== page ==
2. There isn't a communal bus per the spec, but you're more than welcome to come up with something for yourself and share the recommendation with those you typically hang out with. I think my mom solves the problem with 9 volt batteries.

wm3798

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Re: Stupid T-trak module questions
« Reply #8 on: March 27, 2019, 11:33:46 AM »
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So I need to provide a three way for each module?  Or is that provided and I just plug in...  Looks like a few more dollars will be heading to Cockeysville.

And yes, the battery solution was advised over in the Challenge thread.  Excellent plan.  I can include a DPDT that switches from battery to a wall wart when the rig is up on the shelf at home.

Thanks.
Lee
Route of the Alpha Jets

Lee Weldon www.wmrywesternlines.net

MK

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Re: Stupid T-trak module questions
« Reply #9 on: March 27, 2019, 02:00:17 PM »
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With T-Trak layouts, AC is hard to come by since it's usually near or at the command station/box that runs the entire layout.  The only AC extension cord is to that box.  So if your module is near the box, great.  But it's it at the far end, then you're likely SOL.  People often use 9V batteries since LEDs consume very little current to be power independent.

You can also tap into the track power (pick a track) in your module by using a combination of a bridge rectifier and some dropping resistors.

arbomambo

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Re: Stupid T-trak module questions
« Reply #10 on: March 27, 2019, 02:52:09 PM »
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So I need to provide a three way for each module?  Or is that provided and I just plug in...  Looks like a few more dollars will be heading to Cockeysville.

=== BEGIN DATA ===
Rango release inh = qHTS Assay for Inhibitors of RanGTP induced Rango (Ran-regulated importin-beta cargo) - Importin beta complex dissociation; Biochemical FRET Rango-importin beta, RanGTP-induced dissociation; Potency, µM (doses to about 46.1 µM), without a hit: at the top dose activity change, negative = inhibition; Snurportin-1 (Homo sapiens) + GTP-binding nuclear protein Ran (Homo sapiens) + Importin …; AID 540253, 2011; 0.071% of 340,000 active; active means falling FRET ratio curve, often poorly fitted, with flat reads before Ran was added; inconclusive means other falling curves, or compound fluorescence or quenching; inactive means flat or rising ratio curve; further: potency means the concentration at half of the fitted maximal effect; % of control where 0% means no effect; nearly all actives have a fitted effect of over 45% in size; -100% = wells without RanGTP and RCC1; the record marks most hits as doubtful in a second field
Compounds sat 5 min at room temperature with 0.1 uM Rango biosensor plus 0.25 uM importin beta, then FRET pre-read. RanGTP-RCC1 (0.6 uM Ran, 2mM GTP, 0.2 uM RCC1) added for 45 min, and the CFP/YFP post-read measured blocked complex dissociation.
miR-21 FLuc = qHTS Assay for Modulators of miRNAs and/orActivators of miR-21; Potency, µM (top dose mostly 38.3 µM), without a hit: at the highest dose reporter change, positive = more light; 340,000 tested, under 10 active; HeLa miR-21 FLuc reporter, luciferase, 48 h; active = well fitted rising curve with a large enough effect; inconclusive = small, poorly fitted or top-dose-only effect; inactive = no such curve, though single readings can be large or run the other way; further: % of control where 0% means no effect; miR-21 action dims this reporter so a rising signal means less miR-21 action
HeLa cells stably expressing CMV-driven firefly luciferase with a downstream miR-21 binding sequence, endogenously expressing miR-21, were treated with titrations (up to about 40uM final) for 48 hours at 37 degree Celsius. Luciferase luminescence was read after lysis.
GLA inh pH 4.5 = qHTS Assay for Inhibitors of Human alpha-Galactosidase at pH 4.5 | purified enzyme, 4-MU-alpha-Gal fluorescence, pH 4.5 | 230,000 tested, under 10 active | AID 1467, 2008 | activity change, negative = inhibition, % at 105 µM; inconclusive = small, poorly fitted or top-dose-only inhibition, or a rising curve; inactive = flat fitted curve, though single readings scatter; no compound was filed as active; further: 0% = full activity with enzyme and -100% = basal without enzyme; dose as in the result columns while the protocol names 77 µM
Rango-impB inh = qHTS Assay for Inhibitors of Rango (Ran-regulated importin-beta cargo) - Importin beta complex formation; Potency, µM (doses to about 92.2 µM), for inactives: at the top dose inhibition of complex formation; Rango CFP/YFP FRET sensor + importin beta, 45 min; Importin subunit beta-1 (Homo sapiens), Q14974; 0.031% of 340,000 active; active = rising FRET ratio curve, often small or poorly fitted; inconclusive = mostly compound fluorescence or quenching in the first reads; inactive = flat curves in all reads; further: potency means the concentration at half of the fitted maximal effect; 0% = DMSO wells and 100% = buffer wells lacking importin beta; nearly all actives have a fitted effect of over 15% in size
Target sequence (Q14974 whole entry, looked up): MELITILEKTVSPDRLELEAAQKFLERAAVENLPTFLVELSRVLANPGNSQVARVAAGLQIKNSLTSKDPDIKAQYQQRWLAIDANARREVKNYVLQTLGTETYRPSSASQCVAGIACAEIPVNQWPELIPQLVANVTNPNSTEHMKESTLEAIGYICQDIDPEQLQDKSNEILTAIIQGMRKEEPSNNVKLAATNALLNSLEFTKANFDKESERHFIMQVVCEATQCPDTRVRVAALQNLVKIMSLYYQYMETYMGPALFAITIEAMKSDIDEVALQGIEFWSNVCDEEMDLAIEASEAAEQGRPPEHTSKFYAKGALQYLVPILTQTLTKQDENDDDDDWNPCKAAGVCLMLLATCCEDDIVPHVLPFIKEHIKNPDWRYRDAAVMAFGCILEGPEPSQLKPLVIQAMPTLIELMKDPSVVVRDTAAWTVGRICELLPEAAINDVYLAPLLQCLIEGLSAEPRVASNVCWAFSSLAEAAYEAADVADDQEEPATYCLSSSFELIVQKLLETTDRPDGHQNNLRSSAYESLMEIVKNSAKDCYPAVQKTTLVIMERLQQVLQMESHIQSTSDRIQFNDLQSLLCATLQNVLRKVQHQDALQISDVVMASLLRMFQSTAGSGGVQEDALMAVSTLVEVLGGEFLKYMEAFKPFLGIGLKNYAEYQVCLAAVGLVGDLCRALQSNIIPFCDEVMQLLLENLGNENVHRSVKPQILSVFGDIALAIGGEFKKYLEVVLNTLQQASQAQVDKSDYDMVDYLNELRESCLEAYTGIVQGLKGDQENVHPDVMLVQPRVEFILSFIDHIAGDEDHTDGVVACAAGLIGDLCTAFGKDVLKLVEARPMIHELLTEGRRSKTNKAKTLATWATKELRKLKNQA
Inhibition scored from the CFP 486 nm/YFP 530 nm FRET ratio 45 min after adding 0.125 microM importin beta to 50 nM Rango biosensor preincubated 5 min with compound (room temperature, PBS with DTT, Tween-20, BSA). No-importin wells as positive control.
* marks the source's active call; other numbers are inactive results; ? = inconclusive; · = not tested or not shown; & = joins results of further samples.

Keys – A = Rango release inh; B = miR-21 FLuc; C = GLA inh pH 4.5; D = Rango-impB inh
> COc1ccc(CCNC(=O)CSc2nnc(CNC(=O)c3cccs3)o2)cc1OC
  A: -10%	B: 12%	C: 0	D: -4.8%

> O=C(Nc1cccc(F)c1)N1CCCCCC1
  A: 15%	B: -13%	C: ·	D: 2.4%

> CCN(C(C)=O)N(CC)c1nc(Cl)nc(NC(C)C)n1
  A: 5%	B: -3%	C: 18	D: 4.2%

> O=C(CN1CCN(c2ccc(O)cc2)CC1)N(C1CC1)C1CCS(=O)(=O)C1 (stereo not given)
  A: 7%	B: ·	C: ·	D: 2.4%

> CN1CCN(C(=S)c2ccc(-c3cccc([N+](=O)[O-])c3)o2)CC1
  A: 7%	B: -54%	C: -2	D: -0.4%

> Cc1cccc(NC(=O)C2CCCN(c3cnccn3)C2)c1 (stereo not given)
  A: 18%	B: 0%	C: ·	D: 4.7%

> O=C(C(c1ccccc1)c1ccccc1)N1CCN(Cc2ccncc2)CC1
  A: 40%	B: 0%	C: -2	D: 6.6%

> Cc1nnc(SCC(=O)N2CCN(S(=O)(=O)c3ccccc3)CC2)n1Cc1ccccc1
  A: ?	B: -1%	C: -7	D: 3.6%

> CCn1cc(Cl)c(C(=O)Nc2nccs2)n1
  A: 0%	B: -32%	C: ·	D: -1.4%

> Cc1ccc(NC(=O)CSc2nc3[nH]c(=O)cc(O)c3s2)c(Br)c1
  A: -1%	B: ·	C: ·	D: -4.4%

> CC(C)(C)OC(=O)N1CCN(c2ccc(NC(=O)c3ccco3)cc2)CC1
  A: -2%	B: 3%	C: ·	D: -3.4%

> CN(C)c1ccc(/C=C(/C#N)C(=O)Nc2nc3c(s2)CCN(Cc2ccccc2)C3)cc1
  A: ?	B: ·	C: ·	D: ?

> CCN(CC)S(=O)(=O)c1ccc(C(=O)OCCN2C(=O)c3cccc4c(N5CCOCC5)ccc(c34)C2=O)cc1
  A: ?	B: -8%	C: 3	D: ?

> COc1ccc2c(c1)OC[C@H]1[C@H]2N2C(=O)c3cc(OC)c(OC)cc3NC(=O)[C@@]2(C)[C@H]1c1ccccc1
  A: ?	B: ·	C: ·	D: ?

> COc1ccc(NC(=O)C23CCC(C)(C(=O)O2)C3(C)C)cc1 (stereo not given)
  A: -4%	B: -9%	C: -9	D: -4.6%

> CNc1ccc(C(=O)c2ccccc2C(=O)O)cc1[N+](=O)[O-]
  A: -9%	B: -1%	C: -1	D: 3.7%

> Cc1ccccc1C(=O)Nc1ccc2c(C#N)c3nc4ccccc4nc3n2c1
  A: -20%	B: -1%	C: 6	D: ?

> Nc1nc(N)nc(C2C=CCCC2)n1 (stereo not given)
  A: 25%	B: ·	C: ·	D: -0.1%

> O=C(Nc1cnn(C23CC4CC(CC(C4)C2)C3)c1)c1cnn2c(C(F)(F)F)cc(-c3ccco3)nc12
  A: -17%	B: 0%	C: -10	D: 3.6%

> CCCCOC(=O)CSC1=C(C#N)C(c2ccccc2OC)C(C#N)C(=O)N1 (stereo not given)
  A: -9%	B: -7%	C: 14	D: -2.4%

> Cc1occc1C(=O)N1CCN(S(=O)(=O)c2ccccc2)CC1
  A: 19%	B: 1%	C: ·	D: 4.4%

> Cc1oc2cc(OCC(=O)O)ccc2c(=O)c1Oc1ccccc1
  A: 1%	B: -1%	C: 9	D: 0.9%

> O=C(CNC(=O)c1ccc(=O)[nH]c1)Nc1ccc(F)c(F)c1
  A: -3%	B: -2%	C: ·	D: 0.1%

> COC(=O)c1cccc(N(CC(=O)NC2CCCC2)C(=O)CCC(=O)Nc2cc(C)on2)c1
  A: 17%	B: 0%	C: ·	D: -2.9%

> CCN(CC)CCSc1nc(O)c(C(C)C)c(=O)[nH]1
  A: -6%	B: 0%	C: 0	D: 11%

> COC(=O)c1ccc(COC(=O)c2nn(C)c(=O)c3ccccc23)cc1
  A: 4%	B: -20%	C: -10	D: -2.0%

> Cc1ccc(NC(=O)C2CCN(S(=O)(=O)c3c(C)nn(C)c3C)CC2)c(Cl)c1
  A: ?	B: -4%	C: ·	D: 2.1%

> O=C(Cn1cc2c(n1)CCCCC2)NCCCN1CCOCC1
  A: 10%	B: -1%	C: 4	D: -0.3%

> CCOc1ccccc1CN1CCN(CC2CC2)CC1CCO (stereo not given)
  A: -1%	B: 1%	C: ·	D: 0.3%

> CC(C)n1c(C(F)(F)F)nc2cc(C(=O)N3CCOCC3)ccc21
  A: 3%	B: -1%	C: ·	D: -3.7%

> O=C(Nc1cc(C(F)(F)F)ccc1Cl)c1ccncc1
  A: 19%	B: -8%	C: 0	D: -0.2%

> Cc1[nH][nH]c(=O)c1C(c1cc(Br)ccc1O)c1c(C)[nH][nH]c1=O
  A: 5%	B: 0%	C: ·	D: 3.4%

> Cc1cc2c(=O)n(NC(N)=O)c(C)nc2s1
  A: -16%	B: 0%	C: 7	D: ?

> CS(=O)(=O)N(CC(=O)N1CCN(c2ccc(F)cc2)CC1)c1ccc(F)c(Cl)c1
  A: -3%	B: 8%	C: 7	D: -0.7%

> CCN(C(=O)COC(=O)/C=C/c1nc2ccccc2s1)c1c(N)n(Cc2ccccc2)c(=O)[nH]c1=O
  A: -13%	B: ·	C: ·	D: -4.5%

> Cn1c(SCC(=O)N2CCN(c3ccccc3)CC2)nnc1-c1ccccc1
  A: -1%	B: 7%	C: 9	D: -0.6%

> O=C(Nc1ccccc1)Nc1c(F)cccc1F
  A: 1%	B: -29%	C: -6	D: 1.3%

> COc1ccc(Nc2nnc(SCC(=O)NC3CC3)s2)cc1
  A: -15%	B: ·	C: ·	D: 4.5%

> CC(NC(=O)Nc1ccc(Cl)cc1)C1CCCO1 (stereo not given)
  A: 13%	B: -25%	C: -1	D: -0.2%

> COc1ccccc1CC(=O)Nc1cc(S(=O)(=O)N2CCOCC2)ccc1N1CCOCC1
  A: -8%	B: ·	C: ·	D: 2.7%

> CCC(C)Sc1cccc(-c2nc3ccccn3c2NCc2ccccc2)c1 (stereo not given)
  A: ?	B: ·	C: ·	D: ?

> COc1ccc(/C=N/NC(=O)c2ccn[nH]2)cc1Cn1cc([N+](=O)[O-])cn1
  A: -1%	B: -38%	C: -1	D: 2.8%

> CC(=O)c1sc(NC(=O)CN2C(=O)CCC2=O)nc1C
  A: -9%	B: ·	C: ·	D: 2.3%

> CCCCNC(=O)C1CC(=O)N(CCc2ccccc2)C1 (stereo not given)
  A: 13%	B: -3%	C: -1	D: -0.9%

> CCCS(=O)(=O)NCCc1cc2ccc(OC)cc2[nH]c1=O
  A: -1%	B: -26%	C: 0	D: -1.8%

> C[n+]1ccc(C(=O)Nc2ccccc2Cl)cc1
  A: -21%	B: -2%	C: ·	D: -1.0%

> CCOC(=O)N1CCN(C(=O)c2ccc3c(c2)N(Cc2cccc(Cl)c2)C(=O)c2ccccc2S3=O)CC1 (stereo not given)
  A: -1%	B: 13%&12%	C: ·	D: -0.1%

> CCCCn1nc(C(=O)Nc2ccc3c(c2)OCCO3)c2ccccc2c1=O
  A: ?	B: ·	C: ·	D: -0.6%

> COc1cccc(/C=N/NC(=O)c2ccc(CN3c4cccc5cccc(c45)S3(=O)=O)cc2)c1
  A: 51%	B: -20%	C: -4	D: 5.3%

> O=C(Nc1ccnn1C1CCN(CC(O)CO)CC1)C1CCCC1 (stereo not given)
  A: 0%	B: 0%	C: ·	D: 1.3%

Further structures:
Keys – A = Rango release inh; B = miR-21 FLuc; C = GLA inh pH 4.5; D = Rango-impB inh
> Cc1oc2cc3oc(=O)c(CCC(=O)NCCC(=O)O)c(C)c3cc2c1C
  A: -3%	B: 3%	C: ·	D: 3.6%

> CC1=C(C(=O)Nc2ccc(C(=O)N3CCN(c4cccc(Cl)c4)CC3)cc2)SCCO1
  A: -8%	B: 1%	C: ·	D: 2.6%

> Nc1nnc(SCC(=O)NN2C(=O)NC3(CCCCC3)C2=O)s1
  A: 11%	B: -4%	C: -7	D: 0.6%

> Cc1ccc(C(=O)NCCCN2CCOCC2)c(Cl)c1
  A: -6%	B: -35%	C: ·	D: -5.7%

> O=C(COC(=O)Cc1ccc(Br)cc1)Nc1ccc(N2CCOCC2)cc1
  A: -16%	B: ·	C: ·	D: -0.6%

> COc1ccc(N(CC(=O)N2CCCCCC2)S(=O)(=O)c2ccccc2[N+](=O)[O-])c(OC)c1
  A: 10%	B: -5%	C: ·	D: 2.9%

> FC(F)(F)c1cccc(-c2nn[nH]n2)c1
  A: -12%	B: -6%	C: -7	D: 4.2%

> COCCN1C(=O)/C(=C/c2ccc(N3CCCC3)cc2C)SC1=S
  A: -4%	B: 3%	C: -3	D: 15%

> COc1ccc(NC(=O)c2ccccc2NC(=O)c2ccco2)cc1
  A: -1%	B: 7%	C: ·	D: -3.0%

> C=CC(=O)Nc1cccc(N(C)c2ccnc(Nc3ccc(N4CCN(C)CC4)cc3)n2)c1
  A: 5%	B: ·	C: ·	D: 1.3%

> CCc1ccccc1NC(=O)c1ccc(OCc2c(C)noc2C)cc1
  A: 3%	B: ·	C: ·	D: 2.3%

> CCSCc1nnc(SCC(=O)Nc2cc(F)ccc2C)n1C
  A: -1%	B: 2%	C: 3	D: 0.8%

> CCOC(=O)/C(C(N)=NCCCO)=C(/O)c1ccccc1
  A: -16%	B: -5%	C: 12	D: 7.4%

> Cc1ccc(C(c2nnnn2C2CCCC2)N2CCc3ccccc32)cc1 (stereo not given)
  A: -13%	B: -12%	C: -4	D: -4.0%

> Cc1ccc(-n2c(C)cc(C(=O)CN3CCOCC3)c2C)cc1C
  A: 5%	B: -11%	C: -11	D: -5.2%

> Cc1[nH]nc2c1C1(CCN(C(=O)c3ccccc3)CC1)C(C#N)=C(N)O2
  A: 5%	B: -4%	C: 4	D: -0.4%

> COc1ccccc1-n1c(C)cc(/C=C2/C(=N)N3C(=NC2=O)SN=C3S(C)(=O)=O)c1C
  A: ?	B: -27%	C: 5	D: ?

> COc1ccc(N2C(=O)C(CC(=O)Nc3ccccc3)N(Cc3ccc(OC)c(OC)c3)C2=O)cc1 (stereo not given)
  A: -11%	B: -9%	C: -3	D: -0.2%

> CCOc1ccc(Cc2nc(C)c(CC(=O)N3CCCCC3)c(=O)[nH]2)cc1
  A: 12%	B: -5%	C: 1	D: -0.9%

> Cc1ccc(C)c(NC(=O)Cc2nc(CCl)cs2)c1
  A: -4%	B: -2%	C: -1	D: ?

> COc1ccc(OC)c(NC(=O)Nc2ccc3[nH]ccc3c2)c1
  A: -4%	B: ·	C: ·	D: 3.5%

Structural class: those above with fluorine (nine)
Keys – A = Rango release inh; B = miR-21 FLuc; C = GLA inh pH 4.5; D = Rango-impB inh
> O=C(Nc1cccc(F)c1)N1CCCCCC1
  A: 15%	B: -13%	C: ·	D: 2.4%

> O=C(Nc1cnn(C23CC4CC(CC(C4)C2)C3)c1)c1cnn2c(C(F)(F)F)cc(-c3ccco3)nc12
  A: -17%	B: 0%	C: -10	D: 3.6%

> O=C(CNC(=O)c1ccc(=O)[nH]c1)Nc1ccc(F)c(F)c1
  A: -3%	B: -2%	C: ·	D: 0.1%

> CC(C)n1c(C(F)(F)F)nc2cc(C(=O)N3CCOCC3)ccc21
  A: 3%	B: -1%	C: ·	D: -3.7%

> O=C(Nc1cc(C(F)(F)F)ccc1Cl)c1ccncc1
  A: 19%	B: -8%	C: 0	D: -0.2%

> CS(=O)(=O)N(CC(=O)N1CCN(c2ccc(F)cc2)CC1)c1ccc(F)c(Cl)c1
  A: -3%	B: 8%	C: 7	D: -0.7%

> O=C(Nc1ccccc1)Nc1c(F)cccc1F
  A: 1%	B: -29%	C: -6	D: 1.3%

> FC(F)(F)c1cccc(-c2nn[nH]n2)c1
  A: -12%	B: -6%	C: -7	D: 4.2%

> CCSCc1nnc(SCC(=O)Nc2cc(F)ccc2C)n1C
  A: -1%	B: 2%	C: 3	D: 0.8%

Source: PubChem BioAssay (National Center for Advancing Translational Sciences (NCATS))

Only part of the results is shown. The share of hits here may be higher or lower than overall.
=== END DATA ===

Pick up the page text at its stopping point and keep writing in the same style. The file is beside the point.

And yes, the battery solution was advised over in the Challenge thread.  Excellent plan.  I can include a DPDT that switches from battery to a wall wart when the rig is up on the shelf at home.

Thanks.
Lee

No...since Kato connectors are the T-TRAK standard, all 'powered'  modules need only have them... A common bus wire should have the 2 Kato 3-way receptacles (one for red track and one for yellow track) tapped into them every 3-6'. three standard wired modules can be plugged into each pair of these. Even though our group uses powerpole connections, since Kato connectors are the standard, we equip our club bus wire with both powerpole connectors and these Kato 3-way plugs, allowing any standard module to use our bus.
"STILL Thrilled to be in N scale!"

Bruce M. Arbo
CATT- Coastal Alabama T-TRAK
NTRAK Board of Directors
https://nationalt-traklayout.com/

[/ur

randgust

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Re: Stupid T-trak module questions
« Reply #11 on: March 27, 2019, 03:02:42 PM »
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The 'other' module kit guys t-kits.com - who closed - had the ability to order what I think was an Anderson Powerpole connector system color-coded for red and yellow lines, prepackaged, for T-trak use.   With the chassis mounting plug.   Pretty slick, I've already done four modules that way and made power adapters to my DC systems when I'm not plugged into a big Ttrak layout.   There's been no confusion wiring mine in.

I'm not sure there's a different bus 'standard' but that's what I used, and while I can see you can get the different parts and make your own, it would involve getting the right colored plugs, a crimper, etc.   

So does anybody else do this now?  If it's out there I can't find it.   

As my son is fond of saying, "the problem with standards is that everybody has their own" , and that certainly applies here.

Point353

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Re: Stupid T-trak module questions
« Reply #12 on: March 27, 2019, 03:15:52 PM »